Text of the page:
It all happened to the wild sound of a new piano style called Harlem Stride. Jazz, previously regarded as low-class and “Southern,” not really the stuff for more sophisticated urbanites, began to gain popular acceptance among Harlem’s more progressive residents. New clubs opened to showcase the new sound. During Prohibition, many of the Harlem jazz clubs—Tillie’s Chicken Shack, Pod’s and Jerry’s, the Rhythm Club, the LGBTQ-friendly Harry Hansberry’s Clam House—continued on as speakeasies. White patrons who fancied themselves adventurous began making the trip up to Harlem to see this once-in-a-lifetime gathering of musicians that included artists such as Louis Armstrong, Duke Ellington, and Fats Waller. The influx of white patrons was a mixed blessing. It was good because it exposed whites to black culture—not just the music, but also to social and political thinking. It was good because it resulted in integrated streets. But it was bad because those streets sometimes integrated at the expense of black locals, who found themselves pushed out of their own neighborhood by newcomers. And it was bad because some of the clubs, including the famous Cotton Club, opened specifically to showcase black talent for white-only audiences.
It was in this dynamic, tumultuous time and place that Holiday took the stage. Her reputation grew quickly. In 1933 producer John Hammond heard her sing for the first time and, that same year, arranged for her first recording, backed by Benny Goodman. Her first recording resulted in her first hit, “Riffin’ the Scotch.”
Hammond had never heard anyone sing like Billie Holiday. There was something about Billie’s voice, something unique. Something to do with smoke and shadow and sex. Something that seems melancholy even when the lyrics and melody are happy. Something a little slurred, a little muddled. Something that could stun you into silence. Exactly the voice you need late at night. Exactly the voice to define a new America. Hammond paired her with an impressive array of musicians, both black and white, including Teddy Wilson, Artie Shaw, and Count Basie, who was at the time in a musical duel with Chick Webb, whose lead vocalist was Ella Fitzgerald. Holiday’s working relationship with Basie was tense. He said she was temperamental, unprofessional, difficult. She claimed he was cheap, and that he demanded artistic changes that undermined the very reason people were coming to see her. The differences between Basie and Billie proved irreconcilable. After a short time together, she left the band.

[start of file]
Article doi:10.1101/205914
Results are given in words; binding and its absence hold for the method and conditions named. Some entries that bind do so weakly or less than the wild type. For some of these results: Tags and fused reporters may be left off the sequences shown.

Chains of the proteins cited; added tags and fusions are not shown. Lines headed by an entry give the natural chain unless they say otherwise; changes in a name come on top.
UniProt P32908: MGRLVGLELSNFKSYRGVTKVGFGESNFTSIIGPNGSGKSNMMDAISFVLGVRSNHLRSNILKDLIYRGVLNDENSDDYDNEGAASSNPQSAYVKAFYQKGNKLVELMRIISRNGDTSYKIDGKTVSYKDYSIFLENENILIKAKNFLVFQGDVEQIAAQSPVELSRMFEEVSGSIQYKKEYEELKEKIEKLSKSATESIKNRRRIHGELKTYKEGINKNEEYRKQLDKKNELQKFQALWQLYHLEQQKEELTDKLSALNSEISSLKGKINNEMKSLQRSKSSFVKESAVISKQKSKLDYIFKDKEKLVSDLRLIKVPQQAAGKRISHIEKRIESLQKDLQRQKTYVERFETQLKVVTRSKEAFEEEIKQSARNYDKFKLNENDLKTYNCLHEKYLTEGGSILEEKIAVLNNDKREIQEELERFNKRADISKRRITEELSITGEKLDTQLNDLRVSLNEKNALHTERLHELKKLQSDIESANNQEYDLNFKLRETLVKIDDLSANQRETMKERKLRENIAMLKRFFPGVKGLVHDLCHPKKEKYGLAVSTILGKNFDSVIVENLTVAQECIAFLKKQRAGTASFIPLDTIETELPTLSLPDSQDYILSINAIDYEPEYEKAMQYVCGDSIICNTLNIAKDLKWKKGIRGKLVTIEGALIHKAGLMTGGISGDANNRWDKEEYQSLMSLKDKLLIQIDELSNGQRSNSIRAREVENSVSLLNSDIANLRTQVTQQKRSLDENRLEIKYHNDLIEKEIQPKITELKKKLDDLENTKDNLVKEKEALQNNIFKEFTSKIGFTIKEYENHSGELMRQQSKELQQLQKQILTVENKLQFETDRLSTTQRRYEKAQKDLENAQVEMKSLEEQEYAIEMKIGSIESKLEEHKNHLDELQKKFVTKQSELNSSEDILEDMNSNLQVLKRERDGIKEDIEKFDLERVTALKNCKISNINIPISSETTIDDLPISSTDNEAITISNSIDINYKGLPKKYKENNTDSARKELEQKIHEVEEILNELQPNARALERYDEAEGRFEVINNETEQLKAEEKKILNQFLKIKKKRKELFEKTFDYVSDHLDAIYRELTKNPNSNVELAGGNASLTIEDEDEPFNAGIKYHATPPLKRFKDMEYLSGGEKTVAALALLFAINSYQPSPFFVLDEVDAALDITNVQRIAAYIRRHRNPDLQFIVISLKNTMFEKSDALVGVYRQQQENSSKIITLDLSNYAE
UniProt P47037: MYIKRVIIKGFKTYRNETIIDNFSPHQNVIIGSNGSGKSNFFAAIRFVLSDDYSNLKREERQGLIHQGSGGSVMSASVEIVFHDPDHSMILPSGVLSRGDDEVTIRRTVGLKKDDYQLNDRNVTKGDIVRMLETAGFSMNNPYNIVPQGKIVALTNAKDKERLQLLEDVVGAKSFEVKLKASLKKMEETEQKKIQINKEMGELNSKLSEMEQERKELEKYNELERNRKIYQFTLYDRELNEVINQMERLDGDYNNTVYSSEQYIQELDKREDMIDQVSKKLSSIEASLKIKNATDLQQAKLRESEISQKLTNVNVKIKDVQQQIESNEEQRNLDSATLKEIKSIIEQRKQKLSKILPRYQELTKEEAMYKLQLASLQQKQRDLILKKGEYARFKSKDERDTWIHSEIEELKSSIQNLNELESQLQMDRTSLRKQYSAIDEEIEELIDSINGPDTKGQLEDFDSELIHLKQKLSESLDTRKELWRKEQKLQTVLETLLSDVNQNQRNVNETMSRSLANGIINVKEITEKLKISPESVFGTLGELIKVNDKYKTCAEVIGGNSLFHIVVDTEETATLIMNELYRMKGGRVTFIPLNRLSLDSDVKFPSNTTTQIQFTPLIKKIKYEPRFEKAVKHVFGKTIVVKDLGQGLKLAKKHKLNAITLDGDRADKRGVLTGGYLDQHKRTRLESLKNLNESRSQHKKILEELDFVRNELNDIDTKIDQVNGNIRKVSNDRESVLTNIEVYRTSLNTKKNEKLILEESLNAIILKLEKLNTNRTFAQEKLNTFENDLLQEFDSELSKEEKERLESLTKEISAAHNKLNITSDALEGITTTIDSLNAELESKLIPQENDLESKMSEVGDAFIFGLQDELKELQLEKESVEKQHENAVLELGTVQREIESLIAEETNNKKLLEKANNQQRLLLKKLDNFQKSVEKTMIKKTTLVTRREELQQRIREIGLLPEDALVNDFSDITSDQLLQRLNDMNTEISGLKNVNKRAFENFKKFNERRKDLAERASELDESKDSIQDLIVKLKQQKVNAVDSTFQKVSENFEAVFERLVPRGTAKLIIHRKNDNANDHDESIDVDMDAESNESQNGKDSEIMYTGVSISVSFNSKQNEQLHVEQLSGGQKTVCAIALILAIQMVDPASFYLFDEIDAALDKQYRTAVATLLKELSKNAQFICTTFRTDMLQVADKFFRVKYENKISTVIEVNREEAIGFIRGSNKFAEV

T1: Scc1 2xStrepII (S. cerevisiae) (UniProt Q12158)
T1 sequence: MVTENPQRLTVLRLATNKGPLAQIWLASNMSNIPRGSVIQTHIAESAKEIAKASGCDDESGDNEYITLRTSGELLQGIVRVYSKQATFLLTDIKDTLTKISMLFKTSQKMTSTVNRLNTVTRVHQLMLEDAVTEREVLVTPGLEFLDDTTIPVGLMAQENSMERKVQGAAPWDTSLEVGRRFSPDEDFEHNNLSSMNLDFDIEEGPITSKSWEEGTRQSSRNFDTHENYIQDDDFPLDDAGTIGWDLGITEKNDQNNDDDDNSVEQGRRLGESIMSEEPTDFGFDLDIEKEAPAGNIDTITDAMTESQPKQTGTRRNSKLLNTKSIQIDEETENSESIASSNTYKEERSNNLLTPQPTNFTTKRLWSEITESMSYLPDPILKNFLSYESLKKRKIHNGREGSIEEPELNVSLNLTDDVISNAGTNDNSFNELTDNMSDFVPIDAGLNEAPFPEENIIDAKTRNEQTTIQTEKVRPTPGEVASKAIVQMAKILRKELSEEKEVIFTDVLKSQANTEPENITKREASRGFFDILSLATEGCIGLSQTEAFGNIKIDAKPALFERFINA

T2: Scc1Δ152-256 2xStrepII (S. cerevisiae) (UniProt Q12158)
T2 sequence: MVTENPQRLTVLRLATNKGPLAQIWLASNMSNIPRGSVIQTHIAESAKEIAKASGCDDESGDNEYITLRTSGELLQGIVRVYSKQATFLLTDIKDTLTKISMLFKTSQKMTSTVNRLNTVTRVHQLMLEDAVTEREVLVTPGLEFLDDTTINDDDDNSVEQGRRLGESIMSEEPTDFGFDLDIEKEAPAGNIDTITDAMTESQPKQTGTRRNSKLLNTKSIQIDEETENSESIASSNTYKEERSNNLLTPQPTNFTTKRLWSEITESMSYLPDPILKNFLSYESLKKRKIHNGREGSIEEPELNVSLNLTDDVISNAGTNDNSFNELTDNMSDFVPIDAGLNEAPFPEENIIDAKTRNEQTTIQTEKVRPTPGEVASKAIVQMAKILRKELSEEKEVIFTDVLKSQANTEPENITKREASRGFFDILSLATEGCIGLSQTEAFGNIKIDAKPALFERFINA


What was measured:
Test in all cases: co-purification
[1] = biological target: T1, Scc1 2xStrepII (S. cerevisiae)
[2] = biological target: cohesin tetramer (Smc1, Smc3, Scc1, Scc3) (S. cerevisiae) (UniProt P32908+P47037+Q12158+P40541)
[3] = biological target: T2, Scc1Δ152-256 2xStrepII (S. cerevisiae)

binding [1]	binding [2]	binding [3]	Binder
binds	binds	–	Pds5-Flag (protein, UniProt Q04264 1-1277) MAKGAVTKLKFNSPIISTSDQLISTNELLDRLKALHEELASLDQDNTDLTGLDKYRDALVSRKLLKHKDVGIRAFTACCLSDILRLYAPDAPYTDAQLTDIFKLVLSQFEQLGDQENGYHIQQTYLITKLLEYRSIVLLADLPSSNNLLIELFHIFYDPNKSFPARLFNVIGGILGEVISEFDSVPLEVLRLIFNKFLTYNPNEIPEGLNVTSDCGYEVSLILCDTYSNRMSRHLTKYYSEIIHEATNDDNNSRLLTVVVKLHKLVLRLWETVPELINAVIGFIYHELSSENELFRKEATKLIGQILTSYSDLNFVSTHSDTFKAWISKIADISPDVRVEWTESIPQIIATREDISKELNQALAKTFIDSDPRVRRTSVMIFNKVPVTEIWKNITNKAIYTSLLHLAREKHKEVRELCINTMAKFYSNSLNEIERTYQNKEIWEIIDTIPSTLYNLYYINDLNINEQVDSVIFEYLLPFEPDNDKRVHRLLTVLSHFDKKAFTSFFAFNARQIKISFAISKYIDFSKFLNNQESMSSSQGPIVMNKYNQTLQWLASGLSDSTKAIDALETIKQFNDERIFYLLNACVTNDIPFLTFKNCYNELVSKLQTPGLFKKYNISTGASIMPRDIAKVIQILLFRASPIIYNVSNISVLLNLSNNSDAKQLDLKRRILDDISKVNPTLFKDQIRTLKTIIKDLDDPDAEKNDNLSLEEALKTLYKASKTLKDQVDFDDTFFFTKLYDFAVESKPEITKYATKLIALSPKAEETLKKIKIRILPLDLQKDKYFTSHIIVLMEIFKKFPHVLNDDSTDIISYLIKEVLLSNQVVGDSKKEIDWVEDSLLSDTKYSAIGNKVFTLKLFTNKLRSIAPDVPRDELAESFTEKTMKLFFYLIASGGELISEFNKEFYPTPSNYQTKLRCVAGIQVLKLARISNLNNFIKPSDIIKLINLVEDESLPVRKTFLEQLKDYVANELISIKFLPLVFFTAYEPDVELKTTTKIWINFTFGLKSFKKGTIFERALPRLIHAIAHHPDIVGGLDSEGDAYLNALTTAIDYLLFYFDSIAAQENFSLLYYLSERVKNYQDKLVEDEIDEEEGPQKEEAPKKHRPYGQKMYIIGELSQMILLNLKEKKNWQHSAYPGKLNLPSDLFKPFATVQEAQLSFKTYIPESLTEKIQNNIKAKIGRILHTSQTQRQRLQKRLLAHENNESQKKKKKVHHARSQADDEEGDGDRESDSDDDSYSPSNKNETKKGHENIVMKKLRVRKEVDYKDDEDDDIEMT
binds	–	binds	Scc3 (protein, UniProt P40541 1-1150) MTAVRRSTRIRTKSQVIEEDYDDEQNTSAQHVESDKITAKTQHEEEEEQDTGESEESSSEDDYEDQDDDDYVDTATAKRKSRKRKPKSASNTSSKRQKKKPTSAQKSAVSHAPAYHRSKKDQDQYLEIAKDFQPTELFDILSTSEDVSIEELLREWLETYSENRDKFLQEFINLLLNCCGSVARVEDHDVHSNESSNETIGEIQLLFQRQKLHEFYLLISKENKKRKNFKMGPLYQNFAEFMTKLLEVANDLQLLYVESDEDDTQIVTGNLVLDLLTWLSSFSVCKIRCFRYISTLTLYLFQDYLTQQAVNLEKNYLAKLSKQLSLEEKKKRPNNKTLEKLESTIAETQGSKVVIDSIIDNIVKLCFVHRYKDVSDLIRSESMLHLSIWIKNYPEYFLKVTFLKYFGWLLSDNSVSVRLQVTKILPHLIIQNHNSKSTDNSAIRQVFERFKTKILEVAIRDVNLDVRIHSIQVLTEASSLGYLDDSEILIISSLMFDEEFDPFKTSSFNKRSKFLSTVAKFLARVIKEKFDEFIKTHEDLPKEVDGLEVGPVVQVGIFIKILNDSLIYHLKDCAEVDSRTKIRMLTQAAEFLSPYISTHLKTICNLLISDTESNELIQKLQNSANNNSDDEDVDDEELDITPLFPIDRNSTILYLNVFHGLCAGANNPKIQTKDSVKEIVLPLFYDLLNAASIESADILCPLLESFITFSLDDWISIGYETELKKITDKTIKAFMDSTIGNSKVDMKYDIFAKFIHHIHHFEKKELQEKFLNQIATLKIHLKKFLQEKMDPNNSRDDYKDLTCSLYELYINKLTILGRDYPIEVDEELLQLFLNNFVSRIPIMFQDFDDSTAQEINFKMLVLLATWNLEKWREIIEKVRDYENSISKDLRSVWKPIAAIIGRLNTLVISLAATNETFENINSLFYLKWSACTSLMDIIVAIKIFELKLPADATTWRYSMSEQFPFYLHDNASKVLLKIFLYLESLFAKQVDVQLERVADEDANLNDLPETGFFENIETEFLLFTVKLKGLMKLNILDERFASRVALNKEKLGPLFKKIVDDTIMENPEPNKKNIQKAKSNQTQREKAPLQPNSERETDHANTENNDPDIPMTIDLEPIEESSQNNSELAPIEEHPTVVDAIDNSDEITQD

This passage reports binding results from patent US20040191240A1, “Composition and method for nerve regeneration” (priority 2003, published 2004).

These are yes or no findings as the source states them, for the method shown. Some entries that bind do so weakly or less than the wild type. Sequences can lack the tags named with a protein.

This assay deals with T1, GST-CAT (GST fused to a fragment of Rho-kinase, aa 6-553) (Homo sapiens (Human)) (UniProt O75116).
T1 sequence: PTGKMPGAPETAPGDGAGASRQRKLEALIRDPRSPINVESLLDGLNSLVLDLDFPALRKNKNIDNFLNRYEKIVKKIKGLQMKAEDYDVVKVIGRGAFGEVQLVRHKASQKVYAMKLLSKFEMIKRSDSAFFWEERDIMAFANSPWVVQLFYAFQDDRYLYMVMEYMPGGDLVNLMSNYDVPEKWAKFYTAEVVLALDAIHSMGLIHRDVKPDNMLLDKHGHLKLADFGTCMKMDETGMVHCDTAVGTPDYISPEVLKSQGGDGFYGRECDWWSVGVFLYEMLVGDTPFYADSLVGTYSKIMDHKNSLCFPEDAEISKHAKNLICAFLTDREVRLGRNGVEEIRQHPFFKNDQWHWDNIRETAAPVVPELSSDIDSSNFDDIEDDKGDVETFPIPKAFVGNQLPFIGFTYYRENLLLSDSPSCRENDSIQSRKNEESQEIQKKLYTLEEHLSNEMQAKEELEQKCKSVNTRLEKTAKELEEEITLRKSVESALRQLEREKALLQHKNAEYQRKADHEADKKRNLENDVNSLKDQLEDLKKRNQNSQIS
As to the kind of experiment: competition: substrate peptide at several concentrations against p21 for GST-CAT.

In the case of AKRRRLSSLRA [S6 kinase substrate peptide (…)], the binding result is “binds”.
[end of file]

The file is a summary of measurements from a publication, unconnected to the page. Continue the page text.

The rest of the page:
By the end of the 1930s, Harlem’s Swing Street was gone. The Depression, the end of Prohibition, the rise of organized crime, and the brutal suppression of demonstrations that became the Harlem Riot of 1935 kept patrons away. By then, Billie Holiday was a star who transcended any neighborhood. Hammond booked her at a new place, downtown in New York’s bohemian Greenwich Village, called Café Society. It was opened in 1938 by New Jersey shoe salesman Barney Josephson. From the get-go he intended it as a thumb to the nose of high-falutin’ society. The name was chosen as a joke, a satirical reference to writer and socialite Clare Boothe Luce’s praise of sophisticated “café society.” Josephson referred to his club as “the wrong place for the Right people” — the word “Right” being specifically capitalized as a reference to the conservatives he thought throttled American culture.
Most notable, however, was that it was a racially-integrated nightclub, one of the first in the city. Nightclubs in New York, and indeed across America, had a long history of booking black talent but only allowing white clientele. Josephson’s club welcomed black as well as white patrons, treating both equally. The list of performers who worked the stage at Café Society is staggering. Billie was one of their star performers, and also one of their most daring. There was a night in 1939 when she took the stage and delivered her usual wonderful set…until she got to the last song, one she hadn’t performed before. Audience members were thrown for a loop. Wait service stopped. They shut off all the lights but one, a spotlight on Billie’s face, her eyes closed. In that silent darkness, Lady Day launched into the song, “Strange Fruit.”